Anti-HERO groups launch ad designed to disturb

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It is a political ad designed to deeply frighten parents.

A defenseless girl and a predator, purportedly granted legal access to the ladies room. As the child enters a stall, the man leaps out of hiding and slams the door, trapping the girl.

"Vote no on Proposition 1, the bathroom ordinance. It goes too far" reads a narrator.

Jared Woodfill of Campaign For Houston says the ad accurately portrays the disturbing potential of a Houston Equal Rights Ordinance driven by political correctness.

"The scary truth is it does happen. The scary truth is this ordinance allows it to happen," said Woodfill.

But HERO supporters called the ad fiction meant purely to frighten.

"The ad implies that the Houston Equal Rights ordinance somehow makes sexual predators a protected class and of course, that's absolutely untrue," said Cheryl Newcomb of the pro-HERO group Houston Unites, who contends there has been no report in cities with HERO like ordinances of attacks similar to the one portrayed in the ad.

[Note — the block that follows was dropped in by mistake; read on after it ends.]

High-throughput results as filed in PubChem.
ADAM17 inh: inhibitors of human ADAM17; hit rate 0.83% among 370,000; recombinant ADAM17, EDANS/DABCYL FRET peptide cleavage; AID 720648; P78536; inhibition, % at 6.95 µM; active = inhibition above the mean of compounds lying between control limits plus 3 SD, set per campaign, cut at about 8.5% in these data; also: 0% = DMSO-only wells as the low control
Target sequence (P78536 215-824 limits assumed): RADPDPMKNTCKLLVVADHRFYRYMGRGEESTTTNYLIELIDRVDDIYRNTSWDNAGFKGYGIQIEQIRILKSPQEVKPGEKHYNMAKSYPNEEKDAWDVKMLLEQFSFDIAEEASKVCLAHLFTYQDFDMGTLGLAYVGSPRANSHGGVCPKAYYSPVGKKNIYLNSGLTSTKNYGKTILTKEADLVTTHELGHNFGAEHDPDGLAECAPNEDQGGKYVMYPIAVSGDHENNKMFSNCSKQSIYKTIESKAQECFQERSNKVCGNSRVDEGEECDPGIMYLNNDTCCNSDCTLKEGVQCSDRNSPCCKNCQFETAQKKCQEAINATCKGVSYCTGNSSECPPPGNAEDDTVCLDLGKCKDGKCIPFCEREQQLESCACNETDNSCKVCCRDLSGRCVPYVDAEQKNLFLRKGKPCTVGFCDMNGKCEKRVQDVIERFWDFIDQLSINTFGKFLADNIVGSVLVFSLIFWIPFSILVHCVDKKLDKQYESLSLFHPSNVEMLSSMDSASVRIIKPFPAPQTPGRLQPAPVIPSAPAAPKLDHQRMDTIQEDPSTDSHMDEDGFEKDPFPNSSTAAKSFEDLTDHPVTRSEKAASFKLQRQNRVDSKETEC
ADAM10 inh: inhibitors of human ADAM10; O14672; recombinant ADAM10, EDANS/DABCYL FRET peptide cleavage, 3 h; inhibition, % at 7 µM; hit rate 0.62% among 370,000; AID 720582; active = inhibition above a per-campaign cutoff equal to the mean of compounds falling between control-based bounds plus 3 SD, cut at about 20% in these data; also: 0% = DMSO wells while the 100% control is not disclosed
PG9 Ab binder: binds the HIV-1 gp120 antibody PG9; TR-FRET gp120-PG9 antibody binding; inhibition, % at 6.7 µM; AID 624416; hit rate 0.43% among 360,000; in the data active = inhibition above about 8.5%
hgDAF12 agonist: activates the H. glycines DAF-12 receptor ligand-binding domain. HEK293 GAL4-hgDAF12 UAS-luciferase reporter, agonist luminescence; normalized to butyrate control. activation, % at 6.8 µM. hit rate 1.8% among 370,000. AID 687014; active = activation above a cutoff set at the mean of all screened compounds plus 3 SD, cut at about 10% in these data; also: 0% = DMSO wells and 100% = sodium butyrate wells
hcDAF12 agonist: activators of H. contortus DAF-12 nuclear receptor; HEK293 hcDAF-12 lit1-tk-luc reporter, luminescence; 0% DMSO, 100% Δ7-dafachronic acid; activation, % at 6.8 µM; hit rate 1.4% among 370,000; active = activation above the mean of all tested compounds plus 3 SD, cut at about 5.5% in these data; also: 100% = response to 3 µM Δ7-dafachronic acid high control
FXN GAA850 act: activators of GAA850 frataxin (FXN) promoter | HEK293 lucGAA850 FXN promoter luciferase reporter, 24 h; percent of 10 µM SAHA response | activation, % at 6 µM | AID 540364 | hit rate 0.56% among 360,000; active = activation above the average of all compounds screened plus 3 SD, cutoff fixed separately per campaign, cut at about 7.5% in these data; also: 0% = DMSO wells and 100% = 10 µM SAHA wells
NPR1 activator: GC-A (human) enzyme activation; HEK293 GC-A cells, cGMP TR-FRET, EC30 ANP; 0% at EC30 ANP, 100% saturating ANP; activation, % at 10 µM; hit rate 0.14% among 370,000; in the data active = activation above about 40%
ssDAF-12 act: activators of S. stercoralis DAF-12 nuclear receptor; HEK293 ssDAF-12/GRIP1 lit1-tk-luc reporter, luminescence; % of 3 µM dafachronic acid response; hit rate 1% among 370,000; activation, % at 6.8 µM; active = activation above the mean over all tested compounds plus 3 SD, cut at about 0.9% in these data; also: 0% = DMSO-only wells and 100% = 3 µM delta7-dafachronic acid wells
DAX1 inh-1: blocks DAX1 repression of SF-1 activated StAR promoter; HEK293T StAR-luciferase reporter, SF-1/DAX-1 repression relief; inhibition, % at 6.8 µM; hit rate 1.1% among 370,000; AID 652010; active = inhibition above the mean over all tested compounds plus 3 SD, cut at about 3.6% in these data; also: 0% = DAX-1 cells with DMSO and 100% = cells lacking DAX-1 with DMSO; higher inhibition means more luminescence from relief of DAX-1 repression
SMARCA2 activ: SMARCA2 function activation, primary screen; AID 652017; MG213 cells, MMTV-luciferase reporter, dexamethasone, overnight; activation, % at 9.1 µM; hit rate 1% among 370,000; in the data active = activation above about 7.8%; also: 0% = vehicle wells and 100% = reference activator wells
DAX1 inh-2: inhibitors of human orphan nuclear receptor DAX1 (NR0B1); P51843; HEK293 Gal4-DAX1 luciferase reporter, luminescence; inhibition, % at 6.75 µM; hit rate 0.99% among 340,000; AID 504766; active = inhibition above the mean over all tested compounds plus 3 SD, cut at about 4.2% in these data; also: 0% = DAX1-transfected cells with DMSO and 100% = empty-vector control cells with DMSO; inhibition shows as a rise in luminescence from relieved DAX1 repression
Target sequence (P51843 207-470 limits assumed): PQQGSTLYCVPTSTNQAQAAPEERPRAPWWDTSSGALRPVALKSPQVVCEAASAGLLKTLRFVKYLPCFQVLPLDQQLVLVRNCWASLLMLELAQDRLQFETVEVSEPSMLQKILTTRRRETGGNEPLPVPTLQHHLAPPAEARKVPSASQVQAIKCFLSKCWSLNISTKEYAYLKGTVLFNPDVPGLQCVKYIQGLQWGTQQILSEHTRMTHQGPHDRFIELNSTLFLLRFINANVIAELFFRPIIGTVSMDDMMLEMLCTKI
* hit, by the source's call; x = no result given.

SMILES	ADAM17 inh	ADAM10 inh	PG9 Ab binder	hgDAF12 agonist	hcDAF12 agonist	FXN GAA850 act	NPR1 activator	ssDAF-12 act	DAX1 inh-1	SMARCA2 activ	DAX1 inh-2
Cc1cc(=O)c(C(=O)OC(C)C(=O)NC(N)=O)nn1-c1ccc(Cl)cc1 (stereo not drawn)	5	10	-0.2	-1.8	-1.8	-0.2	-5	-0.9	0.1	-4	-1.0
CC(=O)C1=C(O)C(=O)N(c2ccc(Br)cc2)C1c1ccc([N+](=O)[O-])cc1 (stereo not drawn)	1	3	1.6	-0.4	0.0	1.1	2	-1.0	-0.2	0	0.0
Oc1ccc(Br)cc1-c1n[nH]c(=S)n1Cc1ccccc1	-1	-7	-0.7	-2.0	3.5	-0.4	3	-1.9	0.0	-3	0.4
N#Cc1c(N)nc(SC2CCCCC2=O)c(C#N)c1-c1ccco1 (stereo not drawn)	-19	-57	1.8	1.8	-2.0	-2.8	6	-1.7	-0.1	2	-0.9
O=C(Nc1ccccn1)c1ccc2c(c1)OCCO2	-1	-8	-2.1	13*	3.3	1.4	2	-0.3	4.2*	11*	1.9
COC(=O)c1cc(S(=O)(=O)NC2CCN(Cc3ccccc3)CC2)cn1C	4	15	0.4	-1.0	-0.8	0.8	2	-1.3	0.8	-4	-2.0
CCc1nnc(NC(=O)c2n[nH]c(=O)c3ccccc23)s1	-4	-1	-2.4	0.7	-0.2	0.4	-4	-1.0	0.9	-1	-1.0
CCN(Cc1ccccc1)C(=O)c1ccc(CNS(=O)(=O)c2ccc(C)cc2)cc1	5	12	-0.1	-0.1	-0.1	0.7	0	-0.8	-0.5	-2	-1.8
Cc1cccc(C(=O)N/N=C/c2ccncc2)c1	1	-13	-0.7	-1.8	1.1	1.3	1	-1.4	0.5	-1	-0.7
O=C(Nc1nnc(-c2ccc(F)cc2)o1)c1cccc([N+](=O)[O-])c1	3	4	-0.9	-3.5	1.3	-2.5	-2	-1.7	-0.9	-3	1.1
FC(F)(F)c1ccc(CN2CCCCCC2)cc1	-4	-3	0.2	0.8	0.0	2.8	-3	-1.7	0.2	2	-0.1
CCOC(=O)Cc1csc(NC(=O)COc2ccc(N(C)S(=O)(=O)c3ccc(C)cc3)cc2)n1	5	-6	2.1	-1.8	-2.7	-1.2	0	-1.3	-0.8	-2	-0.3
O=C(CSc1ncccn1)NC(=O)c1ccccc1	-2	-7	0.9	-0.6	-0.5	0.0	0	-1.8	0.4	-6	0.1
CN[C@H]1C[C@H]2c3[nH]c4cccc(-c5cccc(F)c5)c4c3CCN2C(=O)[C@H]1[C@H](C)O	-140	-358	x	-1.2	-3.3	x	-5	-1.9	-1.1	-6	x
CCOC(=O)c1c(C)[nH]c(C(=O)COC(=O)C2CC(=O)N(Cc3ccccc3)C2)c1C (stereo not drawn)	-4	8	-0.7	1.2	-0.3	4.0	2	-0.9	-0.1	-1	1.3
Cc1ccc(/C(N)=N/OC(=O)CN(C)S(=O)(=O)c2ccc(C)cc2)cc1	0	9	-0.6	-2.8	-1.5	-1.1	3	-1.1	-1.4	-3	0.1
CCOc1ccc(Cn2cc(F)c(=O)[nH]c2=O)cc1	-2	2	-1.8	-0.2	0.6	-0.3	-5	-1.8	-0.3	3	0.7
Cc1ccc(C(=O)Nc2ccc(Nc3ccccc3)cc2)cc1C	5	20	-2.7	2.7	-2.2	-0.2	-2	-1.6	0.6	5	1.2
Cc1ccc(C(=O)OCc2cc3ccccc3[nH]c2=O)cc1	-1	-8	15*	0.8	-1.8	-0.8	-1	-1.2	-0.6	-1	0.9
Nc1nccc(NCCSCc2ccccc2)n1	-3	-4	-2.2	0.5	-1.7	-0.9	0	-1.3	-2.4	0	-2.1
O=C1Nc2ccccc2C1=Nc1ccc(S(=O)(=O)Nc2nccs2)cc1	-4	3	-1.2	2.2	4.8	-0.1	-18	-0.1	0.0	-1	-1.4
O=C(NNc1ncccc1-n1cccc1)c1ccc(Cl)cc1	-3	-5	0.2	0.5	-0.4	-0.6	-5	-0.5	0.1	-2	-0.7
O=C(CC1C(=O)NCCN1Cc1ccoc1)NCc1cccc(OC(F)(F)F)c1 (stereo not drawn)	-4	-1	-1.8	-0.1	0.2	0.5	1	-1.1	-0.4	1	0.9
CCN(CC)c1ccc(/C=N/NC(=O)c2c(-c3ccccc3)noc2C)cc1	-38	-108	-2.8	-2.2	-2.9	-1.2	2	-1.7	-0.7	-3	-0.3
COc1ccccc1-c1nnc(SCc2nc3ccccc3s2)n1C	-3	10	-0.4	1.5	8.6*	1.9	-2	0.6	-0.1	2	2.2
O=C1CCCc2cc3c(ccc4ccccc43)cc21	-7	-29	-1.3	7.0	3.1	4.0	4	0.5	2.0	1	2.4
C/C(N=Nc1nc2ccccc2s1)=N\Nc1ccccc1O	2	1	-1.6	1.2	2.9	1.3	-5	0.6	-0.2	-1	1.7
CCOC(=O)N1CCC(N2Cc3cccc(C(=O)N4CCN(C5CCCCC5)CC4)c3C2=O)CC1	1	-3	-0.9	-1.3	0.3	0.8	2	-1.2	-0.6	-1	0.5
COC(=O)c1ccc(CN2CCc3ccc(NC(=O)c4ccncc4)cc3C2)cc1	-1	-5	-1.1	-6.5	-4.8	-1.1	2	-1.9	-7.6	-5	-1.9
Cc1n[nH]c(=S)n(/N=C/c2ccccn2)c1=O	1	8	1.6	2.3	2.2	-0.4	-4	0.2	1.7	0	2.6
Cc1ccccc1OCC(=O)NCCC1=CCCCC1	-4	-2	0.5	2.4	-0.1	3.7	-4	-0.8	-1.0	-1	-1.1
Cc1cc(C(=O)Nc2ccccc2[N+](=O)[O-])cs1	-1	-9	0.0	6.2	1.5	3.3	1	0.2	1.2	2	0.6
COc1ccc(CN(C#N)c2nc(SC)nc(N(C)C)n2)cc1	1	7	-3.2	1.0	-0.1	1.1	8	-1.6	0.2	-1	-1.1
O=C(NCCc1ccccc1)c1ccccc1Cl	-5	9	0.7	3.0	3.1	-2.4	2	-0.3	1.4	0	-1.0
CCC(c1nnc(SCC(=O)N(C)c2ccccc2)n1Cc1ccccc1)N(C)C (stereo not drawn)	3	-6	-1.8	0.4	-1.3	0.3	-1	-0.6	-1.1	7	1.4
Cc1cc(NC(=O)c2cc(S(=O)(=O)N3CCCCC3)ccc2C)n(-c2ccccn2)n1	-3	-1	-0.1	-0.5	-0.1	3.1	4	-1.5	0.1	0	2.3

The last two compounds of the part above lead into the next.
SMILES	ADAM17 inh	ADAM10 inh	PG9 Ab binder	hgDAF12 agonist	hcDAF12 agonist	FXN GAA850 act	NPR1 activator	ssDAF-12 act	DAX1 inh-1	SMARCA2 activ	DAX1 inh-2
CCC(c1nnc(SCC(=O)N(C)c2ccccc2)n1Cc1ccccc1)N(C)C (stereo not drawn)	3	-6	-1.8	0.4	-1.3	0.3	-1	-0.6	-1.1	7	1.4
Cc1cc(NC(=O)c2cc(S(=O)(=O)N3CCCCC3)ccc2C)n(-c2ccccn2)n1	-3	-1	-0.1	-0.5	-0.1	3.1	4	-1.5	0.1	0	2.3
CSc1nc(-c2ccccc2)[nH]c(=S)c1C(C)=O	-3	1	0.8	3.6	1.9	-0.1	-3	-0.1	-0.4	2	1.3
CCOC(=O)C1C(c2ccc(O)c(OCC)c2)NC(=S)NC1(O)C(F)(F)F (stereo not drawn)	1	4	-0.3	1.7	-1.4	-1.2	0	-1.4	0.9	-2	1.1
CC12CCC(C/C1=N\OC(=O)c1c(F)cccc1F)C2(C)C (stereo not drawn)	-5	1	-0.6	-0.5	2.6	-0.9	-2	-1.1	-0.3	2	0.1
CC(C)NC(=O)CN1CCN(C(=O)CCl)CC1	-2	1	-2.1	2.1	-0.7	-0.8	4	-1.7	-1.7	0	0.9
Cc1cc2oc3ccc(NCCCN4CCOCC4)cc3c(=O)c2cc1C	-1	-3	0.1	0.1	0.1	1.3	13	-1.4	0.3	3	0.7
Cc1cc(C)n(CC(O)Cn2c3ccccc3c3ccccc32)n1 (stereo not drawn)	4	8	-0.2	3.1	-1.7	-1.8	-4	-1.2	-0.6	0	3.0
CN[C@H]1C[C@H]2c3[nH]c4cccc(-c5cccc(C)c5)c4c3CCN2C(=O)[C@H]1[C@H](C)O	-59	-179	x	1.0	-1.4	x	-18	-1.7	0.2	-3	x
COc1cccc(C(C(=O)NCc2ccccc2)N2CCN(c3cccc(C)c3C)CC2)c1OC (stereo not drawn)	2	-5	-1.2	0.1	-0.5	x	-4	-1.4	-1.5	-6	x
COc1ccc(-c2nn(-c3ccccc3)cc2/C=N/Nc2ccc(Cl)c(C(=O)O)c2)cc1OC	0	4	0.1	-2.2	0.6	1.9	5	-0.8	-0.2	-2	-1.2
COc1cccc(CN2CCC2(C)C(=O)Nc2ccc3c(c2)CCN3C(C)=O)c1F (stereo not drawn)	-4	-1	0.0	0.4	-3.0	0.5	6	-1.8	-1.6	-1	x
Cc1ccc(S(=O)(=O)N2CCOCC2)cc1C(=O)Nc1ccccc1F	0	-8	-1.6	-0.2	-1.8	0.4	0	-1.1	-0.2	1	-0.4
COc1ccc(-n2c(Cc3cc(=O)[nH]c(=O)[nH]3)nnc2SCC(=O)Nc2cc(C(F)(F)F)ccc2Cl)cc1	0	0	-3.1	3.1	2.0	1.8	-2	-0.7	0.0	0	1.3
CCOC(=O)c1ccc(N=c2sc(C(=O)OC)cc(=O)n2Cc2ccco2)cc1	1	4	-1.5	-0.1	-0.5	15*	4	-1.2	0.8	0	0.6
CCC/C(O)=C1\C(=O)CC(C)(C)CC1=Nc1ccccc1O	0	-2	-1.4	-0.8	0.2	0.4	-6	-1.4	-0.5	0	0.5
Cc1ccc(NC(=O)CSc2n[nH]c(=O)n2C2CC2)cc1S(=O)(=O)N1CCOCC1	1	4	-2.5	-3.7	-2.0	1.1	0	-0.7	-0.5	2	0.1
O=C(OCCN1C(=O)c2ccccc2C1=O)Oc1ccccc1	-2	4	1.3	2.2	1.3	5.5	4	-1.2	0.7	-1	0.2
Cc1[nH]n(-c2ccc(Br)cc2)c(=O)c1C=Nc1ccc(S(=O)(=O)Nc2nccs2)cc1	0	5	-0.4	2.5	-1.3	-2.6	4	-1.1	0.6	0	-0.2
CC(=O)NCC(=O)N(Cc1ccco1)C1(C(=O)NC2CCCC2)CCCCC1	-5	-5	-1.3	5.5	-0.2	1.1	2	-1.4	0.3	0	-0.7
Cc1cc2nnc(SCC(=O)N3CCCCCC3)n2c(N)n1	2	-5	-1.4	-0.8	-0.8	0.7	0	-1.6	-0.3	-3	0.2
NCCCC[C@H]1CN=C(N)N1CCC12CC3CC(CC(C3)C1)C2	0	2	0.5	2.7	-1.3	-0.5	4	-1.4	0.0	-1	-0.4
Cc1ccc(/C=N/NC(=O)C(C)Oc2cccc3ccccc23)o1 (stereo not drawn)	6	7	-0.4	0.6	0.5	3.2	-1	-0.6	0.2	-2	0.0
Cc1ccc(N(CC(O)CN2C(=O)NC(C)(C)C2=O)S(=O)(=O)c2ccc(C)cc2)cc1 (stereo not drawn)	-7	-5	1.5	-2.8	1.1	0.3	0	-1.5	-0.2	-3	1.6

Political analysts say the sheer force and emotion of the spot could prove a potential game changer.

"People need to be confronted with it. People need to be afraid of it and this ad does exactly that. This is also something that is compelling enough that even people who know this is a low probability are still scared of the possibility that it would happen," said Brandon Rottinghaus, political analyst with the University of Houston.

"An ad that is so powerful and visceral like this could tilt the election into the 'no' side unless the 'yes' forces can come up with equally powerful messaging," said Mark Jones, political analyst with Rice University.

It's a struggle with fear, pro-HERO forces plan to meet head on. Newcomb is mother to a daughter not much older than the child in the ad.

"I will just speak to her from my heart and with truth, that this doesn't have anything to do with the Houston Equal Rights Ordinance," said Newcomb.